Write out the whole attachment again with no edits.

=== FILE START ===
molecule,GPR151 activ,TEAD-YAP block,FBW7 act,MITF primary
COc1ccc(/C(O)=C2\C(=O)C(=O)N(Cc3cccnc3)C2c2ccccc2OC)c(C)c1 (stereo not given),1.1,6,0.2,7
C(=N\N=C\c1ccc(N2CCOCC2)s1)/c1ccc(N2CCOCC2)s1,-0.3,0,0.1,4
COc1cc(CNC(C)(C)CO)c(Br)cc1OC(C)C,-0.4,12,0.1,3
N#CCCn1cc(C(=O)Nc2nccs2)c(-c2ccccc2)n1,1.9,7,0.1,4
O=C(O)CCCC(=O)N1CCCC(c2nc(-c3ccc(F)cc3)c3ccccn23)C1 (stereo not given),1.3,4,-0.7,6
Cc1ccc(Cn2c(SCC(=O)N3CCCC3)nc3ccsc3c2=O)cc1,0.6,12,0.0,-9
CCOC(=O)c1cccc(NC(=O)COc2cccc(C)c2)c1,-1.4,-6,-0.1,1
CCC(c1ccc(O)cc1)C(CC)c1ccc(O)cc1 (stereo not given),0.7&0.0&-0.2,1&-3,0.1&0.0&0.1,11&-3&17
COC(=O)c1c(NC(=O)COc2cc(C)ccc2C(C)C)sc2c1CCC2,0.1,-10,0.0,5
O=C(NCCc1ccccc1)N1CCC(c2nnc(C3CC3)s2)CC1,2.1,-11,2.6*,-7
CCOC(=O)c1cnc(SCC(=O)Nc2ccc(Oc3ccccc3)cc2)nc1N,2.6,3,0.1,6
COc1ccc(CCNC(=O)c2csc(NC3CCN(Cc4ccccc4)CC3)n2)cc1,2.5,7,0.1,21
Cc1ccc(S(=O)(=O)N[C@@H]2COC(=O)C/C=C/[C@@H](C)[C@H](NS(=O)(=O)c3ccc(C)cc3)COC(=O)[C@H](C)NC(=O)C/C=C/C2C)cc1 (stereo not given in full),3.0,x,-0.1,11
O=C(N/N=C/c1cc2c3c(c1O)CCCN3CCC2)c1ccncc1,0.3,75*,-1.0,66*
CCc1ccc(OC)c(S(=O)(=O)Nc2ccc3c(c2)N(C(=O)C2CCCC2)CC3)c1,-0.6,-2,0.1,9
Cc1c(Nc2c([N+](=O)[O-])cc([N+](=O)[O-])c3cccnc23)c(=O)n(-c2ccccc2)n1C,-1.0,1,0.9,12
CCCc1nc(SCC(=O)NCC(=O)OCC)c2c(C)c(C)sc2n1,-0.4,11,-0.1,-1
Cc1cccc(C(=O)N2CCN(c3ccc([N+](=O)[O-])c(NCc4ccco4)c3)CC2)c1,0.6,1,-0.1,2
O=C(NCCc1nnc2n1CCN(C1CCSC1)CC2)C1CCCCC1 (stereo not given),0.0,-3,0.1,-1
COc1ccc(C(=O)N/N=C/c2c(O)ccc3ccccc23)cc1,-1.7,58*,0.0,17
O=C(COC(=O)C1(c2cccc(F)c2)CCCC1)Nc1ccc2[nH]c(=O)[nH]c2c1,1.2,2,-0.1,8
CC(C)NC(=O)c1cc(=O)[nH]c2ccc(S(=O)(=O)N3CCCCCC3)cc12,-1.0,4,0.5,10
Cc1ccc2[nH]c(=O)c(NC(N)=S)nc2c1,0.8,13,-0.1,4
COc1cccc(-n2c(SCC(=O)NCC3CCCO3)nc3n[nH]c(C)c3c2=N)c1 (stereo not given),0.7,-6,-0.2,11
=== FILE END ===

molecule,GPR151 activ,TEAD-YAP block,FBW7 act,MITF primary
COc1ccc(/C(O)=C2\C(=O)C(=O)N(Cc3cccnc3)C2c2ccccc2OC)c(C)c1 (stereo not given),1.1,6,0.2,7
C(=N\N=C\c1ccc(N2CCOCC2)s1)/c1ccc(N2CCOCC2)s1,-0.3,0,0.1,4
COc1cc(CNC(C)(C)CO)c(Br)cc1OC(C)C,-0.4,12,0.1,3
N#CCCn1cc(C(=O)Nc2nccs2)c(-c2ccccc2)n1,1.9,7,0.1,4
O=C(O)CCCC(=O)N1CCCC(c2nc(-c3ccc(F)cc3)c3ccccn23)C1 (stereo not given),1.3,4,-0.7,6
Cc1ccc(Cn2c(SCC(=O)N3CCCC3)nc3ccsc3c2=O)cc1,0.6,12,0.0,-9
CCOC(=O)c1cccc(NC(=O)COc2cccc(C)c2)c1,-1.4,-6,-0.1,1
CCC(c1ccc(O)cc1)C(CC)c1ccc(O)cc1 (stereo not given),0.7&0.0&-0.2,1&-3,0.1&0.0&0.1,11&-3&17
COC(=O)c1c(NC(=O)COc2cc(C)ccc2C(C)C)sc2c1CCC2,0.1,-10,0.0,5
O=C(NCCc1ccccc1)N1CCC(c2nnc(C3CC3)s2)CC1,2.1,-11,2.6*,-7
CCOC(=O)c1cnc(SCC(=O)Nc2ccc(Oc3ccccc3)cc2)nc1N,2.6,3,0.1,6
COc1ccc(CCNC(=O)c2csc(NC3CCN(Cc4ccccc4)CC3)n2)cc1,2.5,7,0.1,21
Cc1ccc(S(=O)(=O)N[C@@H]2COC(=O)C/C=C/[C@@H](C)[C@H](NS(=O)(=O)c3ccc(C)cc3)COC(=O)[C@H](C)NC(=O)C/C=C/C2C)cc1 (stereo not given in full),3.0,x,-0.1,11
O=C(N/N=C/c1cc2c3c(c1O)CCCN3CCC2)c1ccncc1,0.3,75*,-1.0,66*
CCc1ccc(OC)c(S(=O)(=O)Nc2ccc3c(c2)N(C(=O)C2CCCC2)CC3)c1,-0.6,-2,0.1,9
Cc1c(Nc2c([N+](=O)[O-])cc([N+](=O)[O-])c3cccnc23)c(=O)n(-c2ccccc2)n1C,-1.0,1,0.9,12
CCCc1nc(SCC(=O)NCC(=O)OCC)c2c(C)c(C)sc2n1,-0.4,11,-0.1,-1
Cc1cccc(C(=O)N2CCN(c3ccc([N+](=O)[O-])c(NCc4ccco4)c3)CC2)c1,0.6,1,-0.1,2
O=C(NCCc1nnc2n1CCN(C1CCSC1)CC2)C1CCCCC1 (stereo not given),0.0,-3,0.1,-1
COc1ccc(C(=O)N/N=C/c2c(O)ccc3ccccc23)cc1,-1.7,58*,0.0,17
O=C(COC(=O)C1(c2cccc(F)c2)CCCC1)Nc1ccc2[nH]c(=O)[nH]c2c1,1.2,2,-0.1,8
CC(C)NC(=O)c1cc(=O)[nH]c2ccc(S(=O)(=O)N3CCCCCC3)cc12,-1.0,4,0.5,10
Cc1ccc2[nH]c(=O)c(NC(N)=S)nc2c1,0.8,13,-0.1,4
COc1cccc(-n2c(SCC(=O)NCC3CCCO3)nc3n[nH]c(C)c3c2=N)c1 (stereo not given),0.7,-6,-0.2,11